After arriving in Sapporo and collecting the rest of our squad, we picked up the rental cars and started driving to Niseko. Worth mentioning: the steering wheels were on the Right side of the cars, and we were driving on the Left side of the road. But that’s normal for plenty of folks, I’ve heard, even when they’re sober.
Once we learned how to drive again, we finally arrived at our condo in Niseko. We had a healthy weather forecast.
We went out to the town to grab food around 7 p.m. and that’s when we realized that, during peak season (or Australian/Chinese holidays), you need a reservation in this town. So without a reservation, we starved… until we finally found a place that would seat us as a walk-in.
But, let’s talk about the skiing. From here, I’m just going to break this post down into sections for each ski area.
Niseko has four resorts on the one mountain, and plenty of interesting skiing. Some results from day one:
The next day, we were up skiing again (surprise surprise), and Scott discovered his Snowlipop.
We also saw some alpenglow:
And we got above the clouds:
Once we arrived at Rusutsu, we were a bit surprised with the layout the resort. We parked at the “base,” which was home to a massive empty parking lot. We walked into a hotel, purchased our tickets, took an escalator and were walking on marble/tile floor. After walking past gift shops, we finally made it outside, where we loaded onto a gondola that took us across the highway, to another base lodge. The ski experience was starting to become familiar again once we took a high-speed quad for our first run. However, we were reminded that we were in a foreign country at the bottom of the run when we skied through a snow-covered amusement park. WTFs were whispered, spoken and even yelled.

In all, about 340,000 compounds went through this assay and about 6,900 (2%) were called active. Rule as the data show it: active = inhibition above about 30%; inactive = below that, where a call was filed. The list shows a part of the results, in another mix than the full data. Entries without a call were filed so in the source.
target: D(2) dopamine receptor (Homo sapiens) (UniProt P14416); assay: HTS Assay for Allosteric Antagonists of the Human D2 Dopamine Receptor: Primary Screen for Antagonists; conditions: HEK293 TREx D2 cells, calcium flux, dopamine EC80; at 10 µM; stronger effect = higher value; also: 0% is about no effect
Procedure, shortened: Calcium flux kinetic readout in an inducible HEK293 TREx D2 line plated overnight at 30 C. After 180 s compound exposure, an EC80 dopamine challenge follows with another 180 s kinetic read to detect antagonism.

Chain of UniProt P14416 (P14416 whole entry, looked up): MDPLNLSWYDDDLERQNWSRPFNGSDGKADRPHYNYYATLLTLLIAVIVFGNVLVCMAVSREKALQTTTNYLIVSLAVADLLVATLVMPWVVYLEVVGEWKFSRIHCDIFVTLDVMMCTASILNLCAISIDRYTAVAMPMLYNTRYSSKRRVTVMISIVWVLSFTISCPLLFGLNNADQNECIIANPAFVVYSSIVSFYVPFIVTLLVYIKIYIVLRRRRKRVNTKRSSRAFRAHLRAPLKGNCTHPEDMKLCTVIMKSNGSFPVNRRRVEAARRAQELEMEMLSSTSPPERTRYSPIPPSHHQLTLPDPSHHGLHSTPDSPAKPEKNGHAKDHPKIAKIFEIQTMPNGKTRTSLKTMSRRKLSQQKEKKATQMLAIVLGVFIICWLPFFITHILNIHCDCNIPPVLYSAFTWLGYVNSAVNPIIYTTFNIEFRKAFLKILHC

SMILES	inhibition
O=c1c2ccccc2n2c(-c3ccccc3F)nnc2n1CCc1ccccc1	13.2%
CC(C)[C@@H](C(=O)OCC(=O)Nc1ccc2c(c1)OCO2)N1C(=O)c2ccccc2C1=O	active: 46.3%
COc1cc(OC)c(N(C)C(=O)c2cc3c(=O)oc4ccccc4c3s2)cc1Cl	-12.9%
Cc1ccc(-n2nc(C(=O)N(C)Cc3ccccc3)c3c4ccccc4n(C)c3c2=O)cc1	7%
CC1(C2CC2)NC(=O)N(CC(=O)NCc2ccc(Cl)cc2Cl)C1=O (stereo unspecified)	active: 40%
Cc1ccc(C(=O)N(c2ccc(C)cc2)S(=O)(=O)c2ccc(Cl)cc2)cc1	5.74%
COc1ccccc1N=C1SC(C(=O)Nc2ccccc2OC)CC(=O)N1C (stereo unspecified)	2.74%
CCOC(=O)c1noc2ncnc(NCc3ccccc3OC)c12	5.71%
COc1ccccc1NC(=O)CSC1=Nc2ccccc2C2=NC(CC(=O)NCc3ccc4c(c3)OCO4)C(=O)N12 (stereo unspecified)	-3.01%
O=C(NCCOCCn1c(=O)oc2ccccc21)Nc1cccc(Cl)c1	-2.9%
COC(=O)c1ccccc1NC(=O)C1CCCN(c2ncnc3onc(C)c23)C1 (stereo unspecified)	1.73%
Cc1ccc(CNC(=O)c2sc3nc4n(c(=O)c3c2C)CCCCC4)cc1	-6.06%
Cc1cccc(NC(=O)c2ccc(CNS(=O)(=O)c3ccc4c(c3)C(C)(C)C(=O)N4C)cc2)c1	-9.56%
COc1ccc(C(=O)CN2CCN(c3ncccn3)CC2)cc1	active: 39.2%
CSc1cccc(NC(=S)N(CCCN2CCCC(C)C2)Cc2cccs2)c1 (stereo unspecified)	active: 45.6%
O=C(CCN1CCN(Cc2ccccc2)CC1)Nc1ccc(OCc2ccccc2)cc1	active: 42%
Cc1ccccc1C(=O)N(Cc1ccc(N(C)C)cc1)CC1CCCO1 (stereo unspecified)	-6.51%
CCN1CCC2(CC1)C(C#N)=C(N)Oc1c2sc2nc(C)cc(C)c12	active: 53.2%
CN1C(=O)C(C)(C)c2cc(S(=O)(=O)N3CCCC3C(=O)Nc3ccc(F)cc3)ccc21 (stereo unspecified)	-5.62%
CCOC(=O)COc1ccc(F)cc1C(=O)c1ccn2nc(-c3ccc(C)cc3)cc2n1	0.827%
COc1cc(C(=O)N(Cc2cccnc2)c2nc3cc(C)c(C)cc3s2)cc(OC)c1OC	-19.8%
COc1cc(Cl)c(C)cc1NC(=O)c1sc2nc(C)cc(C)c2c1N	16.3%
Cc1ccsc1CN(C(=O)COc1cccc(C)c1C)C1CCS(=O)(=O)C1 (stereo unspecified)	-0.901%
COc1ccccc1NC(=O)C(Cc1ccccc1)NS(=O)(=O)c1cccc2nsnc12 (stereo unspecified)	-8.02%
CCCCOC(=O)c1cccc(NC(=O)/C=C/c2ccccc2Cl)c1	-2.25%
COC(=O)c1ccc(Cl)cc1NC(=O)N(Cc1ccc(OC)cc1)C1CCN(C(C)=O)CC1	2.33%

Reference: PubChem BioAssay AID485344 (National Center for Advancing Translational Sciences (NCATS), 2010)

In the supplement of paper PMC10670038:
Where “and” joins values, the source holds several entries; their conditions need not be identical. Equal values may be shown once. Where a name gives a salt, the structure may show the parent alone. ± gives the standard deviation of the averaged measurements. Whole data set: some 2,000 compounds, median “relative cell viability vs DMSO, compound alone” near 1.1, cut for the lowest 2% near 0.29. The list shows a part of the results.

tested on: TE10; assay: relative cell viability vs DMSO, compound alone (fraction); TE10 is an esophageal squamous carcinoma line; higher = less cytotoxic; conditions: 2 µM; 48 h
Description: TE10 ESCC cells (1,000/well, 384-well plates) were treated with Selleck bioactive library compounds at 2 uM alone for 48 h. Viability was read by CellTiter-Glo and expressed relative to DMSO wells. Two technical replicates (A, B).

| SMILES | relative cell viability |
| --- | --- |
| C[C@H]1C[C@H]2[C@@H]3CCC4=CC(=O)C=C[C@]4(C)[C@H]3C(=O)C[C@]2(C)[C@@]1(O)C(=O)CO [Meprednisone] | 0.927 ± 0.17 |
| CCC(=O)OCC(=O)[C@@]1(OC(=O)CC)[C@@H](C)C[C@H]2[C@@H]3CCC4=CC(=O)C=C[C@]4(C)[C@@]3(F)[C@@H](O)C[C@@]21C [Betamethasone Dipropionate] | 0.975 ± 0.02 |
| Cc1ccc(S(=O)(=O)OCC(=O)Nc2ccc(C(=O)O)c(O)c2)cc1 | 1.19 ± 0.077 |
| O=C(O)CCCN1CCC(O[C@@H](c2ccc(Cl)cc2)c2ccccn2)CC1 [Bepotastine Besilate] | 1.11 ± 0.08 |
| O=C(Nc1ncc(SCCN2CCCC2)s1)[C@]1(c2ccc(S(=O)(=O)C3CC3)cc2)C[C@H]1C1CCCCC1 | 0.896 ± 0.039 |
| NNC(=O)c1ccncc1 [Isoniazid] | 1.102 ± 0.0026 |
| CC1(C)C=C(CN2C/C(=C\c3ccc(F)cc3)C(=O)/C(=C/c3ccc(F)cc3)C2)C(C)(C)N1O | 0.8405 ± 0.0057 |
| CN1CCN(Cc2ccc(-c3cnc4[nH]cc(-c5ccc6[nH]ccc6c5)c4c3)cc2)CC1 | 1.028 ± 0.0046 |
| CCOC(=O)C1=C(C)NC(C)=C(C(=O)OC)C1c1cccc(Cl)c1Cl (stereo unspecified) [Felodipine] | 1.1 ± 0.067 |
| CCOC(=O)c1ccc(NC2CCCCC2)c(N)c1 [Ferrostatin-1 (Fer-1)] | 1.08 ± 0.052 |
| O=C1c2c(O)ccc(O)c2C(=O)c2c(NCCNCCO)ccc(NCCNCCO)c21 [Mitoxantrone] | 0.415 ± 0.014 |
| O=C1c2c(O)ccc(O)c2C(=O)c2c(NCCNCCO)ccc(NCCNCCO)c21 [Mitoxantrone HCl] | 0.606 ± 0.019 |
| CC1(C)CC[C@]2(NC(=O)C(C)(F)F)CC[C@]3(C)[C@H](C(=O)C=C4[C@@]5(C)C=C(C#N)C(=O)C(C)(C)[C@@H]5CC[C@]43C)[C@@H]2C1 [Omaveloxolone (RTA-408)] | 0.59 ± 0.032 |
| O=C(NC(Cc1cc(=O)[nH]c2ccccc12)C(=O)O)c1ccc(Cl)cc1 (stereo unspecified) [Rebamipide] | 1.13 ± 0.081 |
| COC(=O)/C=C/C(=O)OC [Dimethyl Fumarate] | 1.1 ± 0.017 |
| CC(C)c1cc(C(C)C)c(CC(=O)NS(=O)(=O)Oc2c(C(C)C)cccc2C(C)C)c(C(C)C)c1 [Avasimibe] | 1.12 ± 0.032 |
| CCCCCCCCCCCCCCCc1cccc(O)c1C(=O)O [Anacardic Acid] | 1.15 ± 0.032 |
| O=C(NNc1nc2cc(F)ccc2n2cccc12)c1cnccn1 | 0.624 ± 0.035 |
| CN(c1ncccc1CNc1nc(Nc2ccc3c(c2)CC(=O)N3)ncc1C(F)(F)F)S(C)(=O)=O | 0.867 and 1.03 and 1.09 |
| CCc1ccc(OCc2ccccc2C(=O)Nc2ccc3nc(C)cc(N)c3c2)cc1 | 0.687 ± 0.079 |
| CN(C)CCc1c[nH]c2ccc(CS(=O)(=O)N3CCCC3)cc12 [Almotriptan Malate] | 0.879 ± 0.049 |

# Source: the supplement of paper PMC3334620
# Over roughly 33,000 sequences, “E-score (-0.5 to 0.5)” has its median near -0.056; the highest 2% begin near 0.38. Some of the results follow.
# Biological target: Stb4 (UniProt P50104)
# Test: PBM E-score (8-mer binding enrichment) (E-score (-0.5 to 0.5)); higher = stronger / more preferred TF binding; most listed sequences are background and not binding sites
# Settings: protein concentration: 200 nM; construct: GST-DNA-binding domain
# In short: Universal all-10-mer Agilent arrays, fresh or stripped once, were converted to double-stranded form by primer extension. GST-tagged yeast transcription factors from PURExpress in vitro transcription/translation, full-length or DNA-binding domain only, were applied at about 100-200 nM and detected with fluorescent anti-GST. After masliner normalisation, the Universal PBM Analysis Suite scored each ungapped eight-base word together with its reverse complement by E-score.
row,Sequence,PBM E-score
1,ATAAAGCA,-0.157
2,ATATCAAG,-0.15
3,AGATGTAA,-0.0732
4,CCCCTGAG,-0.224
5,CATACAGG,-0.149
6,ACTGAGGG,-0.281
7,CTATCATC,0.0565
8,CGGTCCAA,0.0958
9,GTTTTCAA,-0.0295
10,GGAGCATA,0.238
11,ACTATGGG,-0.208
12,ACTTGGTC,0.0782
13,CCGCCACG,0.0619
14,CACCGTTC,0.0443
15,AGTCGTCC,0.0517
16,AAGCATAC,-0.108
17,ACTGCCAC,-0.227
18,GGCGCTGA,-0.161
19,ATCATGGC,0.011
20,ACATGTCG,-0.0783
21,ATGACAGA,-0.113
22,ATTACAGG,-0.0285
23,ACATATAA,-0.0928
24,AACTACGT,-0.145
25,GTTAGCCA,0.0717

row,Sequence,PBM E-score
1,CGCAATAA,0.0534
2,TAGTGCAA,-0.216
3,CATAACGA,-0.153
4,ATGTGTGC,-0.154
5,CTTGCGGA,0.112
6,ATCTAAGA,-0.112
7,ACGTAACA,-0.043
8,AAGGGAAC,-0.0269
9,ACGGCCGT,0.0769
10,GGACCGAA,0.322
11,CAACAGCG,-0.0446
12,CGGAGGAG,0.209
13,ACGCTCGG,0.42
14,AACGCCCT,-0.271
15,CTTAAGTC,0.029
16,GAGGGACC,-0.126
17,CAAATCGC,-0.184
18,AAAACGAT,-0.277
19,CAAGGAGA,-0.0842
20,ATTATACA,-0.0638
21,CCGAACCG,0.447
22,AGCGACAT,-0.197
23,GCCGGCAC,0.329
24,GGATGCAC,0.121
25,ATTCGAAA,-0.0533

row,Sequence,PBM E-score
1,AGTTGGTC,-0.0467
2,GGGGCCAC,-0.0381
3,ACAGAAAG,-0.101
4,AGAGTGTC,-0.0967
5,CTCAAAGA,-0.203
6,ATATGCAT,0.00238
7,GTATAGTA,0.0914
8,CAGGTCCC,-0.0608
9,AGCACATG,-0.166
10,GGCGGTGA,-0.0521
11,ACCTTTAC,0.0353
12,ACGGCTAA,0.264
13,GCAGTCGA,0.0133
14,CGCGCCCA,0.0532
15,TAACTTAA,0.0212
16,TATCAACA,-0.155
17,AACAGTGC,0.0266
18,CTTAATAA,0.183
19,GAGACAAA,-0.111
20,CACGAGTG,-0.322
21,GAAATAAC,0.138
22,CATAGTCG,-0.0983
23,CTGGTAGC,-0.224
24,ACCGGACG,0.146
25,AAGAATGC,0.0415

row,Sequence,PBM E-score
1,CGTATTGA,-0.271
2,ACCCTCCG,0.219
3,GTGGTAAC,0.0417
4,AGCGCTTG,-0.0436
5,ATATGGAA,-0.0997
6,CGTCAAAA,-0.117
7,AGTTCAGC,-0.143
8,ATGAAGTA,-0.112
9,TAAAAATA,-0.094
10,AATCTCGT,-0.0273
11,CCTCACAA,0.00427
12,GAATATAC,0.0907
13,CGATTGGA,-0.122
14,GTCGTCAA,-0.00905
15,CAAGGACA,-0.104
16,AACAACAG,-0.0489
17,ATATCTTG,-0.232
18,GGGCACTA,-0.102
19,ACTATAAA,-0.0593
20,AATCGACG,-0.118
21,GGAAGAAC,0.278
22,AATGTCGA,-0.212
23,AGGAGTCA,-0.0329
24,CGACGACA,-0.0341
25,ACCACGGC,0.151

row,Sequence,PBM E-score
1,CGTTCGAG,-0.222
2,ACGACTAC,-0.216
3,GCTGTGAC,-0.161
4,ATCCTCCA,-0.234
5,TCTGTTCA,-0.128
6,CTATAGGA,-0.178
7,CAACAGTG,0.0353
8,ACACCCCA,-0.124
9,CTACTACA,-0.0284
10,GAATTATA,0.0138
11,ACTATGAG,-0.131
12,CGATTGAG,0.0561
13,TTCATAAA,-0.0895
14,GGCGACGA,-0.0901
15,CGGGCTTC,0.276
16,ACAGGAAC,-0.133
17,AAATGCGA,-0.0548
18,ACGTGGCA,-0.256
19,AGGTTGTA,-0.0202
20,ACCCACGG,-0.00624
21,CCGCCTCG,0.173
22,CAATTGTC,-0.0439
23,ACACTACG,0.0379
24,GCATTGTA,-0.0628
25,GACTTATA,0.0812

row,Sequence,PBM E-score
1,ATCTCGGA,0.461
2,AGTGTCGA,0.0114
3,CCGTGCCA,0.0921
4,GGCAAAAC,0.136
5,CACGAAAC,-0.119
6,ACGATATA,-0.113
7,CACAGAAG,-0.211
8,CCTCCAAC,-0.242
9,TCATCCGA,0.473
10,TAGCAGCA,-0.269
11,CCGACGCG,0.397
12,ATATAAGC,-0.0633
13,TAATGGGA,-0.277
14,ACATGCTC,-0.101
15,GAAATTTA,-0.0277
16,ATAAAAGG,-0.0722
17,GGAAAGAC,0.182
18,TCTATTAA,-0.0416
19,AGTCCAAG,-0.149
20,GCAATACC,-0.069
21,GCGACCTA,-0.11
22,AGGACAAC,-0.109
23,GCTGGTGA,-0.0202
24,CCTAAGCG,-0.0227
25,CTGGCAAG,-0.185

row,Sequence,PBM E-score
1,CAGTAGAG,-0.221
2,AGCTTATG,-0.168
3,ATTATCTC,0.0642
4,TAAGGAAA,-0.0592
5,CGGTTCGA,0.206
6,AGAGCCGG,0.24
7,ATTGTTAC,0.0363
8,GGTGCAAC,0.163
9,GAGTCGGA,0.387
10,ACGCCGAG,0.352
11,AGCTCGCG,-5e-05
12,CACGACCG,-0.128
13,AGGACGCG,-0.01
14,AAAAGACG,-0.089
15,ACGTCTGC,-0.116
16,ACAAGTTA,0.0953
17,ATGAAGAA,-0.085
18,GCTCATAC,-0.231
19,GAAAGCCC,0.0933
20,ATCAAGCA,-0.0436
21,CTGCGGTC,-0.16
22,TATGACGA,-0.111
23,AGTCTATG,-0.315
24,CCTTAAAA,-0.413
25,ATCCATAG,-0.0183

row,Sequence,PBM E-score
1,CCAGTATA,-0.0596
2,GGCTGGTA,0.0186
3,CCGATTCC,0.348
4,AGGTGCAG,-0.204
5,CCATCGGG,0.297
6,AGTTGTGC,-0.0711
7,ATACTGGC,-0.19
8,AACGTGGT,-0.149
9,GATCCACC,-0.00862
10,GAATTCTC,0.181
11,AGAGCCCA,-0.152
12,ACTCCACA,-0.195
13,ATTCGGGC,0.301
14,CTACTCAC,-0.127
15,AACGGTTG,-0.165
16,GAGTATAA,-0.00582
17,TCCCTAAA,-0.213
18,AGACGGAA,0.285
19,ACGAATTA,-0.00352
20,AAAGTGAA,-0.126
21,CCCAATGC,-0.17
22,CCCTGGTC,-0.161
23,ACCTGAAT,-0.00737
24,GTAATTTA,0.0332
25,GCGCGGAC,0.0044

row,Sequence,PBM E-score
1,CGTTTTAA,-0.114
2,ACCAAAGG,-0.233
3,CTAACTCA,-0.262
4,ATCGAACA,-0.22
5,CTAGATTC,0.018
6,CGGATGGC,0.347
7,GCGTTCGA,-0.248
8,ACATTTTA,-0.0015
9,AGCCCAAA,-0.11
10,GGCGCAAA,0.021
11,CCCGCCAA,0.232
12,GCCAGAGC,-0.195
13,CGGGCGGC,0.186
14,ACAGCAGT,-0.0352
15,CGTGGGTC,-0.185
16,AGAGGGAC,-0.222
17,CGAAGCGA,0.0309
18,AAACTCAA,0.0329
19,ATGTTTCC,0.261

The amusement park sighting was a positive omen, indicating how the rest of our day was going to go. Because it went like this:
At lunch, we discovered one of the most efficient ramen-making machines ever:
Two thumbs up for Kiroro. I think we hit it while we were in transit, on the way do Asahidake. But, despite being on a bit of a tight timetable, we still had plenty of powder to ski, and there were great views. This was a cool resort.
Furano was kinda weird, but maybe it felt that way because we visited at the end of our trip. I always feel weird towards the end of a vacation. Here’s a photo of the trail map, because the skiing was average on that day, and that’s all I’ve got:
At 7,517 feet, Asahidake is the tallest mountain (actually a volcano) in Hokkaido, duh. At the base of the mountain is a large hotel/resort called the Asahidake Manseikaku Hotel Bear Monte (quite the mouthful). This place comes equipped with a traditional Japanese onsen, which, was an unusual and through-provoking experience. It also had bus-loads of people dropping in to visit while we were there. The dining area was kind of a trip, since it was a buffet-cafeteria, which was unexpected at such a massive “up-scale” resort tucked away in the mountains. I will say that one of the most memorable experiences of the trip was the day spent trekking in Asahidake, where you could see plumes of smoke coming up from the surface of the volcano. The weather was pretty spectacular.
Despite our last ski day of the trip occurring in Furano, I decided to end this post with Asahidake because it was so spectacular. Nobody wants to end on average. Ski you later.